A strange thing happened on the way to the biggest post-election surge in modern stock-market history. On Wednesday, while the S&P 500 was tacking on $600 billion of fresh value, most of its members fell.

How the index still managed to gain so much altitude is the story of the week and of the year: a reigning oligarchy of market behemoths, soaring past everything else.

Yesterday, as the big American equity benchmark rallied 2.2%, some 270 of its constituents were nursing losses. Some lost a lot. Three big financial firms slid more than 10%, while utilities tumbled to one of the worst days in three months. While a measure of equilibrium was restored Thursday, at the top, the leader board looked the same.

It’s a trend that will surprise no one who has been paying attention to markets in 2020: gains concentrating in companies that have circled like buzzards over virtually every rally of the pandemic age: the Faang bloc. Somehow, some way, even before the votes are counted, megacap technology is coming out on top. Again.

“It looks like we’re back with the winners of Covid are going to win,” said Kim Forrest, chief investment officer of Bokeh Capital Partners.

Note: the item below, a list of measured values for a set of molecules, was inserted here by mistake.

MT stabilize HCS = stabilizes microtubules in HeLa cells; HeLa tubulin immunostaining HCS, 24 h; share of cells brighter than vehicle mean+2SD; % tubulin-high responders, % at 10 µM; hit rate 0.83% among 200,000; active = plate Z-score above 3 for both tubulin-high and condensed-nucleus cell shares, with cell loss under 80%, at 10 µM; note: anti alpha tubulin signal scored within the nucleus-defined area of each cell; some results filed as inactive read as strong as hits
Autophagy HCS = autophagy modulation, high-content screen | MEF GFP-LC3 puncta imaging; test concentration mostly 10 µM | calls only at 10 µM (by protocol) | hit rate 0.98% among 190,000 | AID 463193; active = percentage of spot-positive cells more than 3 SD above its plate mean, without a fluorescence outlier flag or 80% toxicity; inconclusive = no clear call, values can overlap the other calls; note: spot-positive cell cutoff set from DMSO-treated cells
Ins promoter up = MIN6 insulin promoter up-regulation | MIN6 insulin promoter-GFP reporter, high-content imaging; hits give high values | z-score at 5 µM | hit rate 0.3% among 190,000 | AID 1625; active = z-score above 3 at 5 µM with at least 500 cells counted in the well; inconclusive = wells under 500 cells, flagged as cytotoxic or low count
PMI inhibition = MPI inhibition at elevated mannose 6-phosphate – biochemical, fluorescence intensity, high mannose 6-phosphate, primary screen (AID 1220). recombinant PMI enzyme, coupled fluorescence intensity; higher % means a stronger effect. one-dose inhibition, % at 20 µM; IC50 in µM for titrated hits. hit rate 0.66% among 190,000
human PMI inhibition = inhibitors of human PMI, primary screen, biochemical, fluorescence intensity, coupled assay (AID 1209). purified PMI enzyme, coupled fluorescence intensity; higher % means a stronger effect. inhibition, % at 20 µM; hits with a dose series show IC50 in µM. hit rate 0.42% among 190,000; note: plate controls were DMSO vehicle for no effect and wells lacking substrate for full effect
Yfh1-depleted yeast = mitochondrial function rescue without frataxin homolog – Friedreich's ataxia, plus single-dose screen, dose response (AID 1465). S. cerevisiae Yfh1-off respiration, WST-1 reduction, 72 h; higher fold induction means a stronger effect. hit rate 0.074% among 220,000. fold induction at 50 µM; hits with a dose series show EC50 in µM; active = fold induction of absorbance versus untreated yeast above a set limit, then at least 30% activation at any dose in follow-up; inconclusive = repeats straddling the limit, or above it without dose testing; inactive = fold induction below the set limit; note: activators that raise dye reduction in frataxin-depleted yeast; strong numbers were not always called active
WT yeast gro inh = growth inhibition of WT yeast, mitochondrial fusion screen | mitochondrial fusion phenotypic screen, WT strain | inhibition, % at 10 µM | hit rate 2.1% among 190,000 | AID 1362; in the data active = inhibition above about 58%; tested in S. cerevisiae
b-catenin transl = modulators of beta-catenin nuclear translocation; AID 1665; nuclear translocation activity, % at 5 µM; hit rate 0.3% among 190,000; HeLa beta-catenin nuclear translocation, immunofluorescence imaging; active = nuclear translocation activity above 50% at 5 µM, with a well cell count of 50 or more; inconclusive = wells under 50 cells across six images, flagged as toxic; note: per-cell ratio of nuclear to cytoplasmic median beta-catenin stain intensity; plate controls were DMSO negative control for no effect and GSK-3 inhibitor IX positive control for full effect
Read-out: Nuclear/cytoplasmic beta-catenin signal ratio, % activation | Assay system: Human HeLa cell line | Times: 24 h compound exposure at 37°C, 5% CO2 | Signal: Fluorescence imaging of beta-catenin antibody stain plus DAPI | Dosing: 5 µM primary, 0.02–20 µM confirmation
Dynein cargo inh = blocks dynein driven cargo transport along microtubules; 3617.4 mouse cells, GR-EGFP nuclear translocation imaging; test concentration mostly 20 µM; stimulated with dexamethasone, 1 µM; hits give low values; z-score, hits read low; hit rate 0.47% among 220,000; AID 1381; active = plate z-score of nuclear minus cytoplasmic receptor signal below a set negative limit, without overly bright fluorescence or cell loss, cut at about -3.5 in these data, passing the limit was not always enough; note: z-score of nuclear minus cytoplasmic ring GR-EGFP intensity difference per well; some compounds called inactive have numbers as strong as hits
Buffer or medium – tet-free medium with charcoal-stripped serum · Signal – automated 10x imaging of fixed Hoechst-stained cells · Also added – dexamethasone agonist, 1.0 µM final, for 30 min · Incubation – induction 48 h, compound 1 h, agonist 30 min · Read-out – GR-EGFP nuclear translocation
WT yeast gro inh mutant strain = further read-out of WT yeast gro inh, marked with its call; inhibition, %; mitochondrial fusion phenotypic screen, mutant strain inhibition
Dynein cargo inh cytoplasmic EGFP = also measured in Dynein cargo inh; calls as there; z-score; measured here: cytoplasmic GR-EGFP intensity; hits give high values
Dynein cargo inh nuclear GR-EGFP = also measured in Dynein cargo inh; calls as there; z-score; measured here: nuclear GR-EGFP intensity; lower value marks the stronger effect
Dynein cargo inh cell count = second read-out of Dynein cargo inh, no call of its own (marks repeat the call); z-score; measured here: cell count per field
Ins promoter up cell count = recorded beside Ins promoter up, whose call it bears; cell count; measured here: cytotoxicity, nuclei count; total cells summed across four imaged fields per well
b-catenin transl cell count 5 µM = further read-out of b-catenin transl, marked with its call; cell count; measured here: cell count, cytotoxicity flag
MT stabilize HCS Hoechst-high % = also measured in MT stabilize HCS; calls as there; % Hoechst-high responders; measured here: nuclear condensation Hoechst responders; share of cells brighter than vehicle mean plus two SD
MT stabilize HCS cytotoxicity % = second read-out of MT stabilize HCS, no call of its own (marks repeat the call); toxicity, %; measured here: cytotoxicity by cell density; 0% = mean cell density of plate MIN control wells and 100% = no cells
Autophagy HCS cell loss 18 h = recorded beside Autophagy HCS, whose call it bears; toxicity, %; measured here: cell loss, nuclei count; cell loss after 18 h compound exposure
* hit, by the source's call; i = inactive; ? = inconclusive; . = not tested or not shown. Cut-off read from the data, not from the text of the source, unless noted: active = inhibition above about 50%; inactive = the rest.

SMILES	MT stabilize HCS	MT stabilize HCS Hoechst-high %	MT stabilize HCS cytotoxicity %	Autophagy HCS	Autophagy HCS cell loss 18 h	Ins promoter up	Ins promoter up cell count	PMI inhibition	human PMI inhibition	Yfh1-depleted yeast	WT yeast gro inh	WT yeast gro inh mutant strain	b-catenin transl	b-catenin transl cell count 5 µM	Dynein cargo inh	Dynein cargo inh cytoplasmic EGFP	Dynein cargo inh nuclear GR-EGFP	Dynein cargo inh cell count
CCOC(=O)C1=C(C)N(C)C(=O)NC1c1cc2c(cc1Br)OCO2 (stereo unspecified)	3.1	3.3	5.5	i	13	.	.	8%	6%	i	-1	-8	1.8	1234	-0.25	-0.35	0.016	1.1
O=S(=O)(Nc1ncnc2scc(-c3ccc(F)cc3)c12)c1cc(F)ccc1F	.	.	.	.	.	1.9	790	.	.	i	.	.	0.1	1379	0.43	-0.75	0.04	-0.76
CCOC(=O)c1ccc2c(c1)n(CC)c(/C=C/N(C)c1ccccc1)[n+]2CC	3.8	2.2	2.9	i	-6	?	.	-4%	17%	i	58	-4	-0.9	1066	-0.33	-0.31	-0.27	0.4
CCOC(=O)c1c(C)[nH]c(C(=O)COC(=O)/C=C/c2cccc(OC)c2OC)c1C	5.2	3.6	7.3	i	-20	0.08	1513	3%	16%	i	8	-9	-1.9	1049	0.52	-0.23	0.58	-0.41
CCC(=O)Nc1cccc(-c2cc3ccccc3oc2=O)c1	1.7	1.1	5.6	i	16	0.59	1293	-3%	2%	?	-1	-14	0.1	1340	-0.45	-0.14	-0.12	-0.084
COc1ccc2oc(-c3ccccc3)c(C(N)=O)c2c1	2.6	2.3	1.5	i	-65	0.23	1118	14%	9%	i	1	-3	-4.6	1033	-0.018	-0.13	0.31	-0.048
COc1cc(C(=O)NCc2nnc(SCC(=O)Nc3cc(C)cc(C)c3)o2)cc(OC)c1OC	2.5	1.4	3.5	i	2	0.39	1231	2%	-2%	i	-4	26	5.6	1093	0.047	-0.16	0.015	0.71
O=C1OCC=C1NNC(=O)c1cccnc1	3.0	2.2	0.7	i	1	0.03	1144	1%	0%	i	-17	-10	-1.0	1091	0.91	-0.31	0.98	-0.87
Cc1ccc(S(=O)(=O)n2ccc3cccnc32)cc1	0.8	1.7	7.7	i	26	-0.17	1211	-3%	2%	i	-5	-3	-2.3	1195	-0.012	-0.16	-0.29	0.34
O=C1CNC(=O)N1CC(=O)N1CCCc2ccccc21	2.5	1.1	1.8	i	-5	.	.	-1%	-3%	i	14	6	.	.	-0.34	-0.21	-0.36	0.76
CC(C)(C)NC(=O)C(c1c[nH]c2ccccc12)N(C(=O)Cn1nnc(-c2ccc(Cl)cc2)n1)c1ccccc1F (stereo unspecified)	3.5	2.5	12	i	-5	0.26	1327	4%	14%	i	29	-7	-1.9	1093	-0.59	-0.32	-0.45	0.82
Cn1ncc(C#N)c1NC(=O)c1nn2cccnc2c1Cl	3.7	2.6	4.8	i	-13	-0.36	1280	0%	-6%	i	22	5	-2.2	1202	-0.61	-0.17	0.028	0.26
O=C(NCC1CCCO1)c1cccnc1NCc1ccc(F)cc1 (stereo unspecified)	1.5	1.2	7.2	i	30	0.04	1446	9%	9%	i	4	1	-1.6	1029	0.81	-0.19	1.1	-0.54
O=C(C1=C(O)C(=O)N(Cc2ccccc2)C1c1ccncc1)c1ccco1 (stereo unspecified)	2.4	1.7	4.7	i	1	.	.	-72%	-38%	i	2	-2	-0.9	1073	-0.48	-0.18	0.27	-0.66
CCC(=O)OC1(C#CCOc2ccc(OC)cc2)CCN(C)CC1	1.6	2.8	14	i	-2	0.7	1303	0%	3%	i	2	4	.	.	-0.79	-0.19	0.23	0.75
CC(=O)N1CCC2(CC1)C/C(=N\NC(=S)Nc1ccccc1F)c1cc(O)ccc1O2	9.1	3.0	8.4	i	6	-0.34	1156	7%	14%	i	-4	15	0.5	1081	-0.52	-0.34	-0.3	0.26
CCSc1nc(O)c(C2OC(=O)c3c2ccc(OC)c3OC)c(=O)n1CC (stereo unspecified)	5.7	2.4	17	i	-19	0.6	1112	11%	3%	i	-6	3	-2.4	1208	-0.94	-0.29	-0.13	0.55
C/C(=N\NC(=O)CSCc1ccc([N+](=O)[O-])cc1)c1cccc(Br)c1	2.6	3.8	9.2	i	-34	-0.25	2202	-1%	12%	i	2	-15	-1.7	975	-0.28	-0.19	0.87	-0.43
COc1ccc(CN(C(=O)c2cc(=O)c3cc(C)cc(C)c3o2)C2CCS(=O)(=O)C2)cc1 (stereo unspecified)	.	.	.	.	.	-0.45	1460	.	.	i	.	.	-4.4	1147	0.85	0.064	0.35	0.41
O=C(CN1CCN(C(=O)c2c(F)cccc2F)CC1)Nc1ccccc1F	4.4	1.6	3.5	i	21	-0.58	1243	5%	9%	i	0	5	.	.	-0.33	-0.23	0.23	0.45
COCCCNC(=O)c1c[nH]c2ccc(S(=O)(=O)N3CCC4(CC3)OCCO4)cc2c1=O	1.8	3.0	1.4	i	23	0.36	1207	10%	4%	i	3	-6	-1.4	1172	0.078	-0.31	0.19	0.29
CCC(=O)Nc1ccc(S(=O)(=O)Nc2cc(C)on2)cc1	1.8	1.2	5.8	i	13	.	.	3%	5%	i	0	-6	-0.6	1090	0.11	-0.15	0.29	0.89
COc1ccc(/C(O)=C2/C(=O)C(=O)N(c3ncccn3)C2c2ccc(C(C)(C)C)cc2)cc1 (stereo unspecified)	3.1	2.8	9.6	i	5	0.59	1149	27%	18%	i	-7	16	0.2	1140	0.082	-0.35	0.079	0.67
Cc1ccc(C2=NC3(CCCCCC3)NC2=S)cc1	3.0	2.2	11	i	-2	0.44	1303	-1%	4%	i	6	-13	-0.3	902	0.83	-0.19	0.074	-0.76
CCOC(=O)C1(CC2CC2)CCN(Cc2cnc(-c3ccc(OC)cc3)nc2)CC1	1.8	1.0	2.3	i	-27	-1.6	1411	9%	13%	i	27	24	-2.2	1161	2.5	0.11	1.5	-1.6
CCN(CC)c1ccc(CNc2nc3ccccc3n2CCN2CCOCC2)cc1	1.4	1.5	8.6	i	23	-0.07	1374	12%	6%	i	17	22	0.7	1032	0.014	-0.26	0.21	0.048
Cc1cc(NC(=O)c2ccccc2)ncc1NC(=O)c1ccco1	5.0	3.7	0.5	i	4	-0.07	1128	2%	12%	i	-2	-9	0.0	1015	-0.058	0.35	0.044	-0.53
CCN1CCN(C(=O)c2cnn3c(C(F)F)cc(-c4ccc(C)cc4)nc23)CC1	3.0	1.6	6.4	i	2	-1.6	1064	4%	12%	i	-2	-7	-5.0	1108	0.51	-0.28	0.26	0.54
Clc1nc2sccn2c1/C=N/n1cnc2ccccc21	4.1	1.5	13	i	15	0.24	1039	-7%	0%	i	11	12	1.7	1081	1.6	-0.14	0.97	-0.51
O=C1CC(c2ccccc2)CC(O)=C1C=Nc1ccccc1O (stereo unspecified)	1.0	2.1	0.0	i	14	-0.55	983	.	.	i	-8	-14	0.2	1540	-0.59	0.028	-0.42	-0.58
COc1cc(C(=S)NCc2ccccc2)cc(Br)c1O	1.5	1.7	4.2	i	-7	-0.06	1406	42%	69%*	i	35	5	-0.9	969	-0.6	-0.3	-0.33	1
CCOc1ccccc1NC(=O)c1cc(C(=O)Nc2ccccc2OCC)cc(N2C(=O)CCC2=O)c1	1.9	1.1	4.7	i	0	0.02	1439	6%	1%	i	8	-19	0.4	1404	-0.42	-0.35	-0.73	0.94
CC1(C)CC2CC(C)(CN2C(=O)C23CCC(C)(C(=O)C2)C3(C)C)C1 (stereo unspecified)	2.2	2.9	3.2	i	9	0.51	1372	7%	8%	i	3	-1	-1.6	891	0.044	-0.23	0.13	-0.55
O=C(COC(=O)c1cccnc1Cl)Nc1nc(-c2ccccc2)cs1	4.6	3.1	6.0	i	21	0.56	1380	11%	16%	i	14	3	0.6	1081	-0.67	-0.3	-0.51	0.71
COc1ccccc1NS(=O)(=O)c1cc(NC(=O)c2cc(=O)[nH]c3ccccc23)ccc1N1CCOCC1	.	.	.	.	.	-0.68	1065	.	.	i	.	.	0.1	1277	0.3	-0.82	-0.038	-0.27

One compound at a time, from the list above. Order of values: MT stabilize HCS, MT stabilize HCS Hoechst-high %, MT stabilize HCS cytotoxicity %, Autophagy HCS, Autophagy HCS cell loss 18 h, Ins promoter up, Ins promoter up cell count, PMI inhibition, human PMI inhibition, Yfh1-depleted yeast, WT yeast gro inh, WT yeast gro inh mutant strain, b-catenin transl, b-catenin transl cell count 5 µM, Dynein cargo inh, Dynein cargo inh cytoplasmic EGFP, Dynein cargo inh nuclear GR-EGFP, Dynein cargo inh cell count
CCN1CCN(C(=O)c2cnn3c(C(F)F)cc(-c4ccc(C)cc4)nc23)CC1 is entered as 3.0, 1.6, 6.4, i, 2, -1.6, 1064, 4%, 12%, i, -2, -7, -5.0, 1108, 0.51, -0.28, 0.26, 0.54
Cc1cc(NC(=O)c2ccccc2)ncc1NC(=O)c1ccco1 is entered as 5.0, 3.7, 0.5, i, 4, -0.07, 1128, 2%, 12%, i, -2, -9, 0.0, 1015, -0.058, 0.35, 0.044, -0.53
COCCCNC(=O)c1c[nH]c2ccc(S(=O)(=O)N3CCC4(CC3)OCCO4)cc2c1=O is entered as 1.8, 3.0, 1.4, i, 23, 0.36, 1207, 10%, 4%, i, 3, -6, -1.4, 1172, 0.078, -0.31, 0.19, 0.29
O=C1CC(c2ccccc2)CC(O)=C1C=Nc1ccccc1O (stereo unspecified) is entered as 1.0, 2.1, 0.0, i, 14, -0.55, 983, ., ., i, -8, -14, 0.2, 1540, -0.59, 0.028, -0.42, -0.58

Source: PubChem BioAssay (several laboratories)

The S&P 500 surged 1.95% Thursday, bringing its two-day surge to 4.2%. The tech-heavy Nasdaq 100 again outperformed, adding 2.6% for a gain of 7.1% over the pair of days.

Investors are reverting to what works, a yearlong trend in which the very heft of companies like Apple Inc. and Microsoft Corp. schleps the whole market past a damaging pandemic and deep economic downturn. Cherished for their balance sheets, beloved by consumers for their online and automated products, the Fangs have been insulated from the coronavirus fallout. Total third-quarter profits for the group rose 2.6%, compared with an expected 11% drop for the rest of the S&P 500, data compiled by Bloomberg Intelligence show.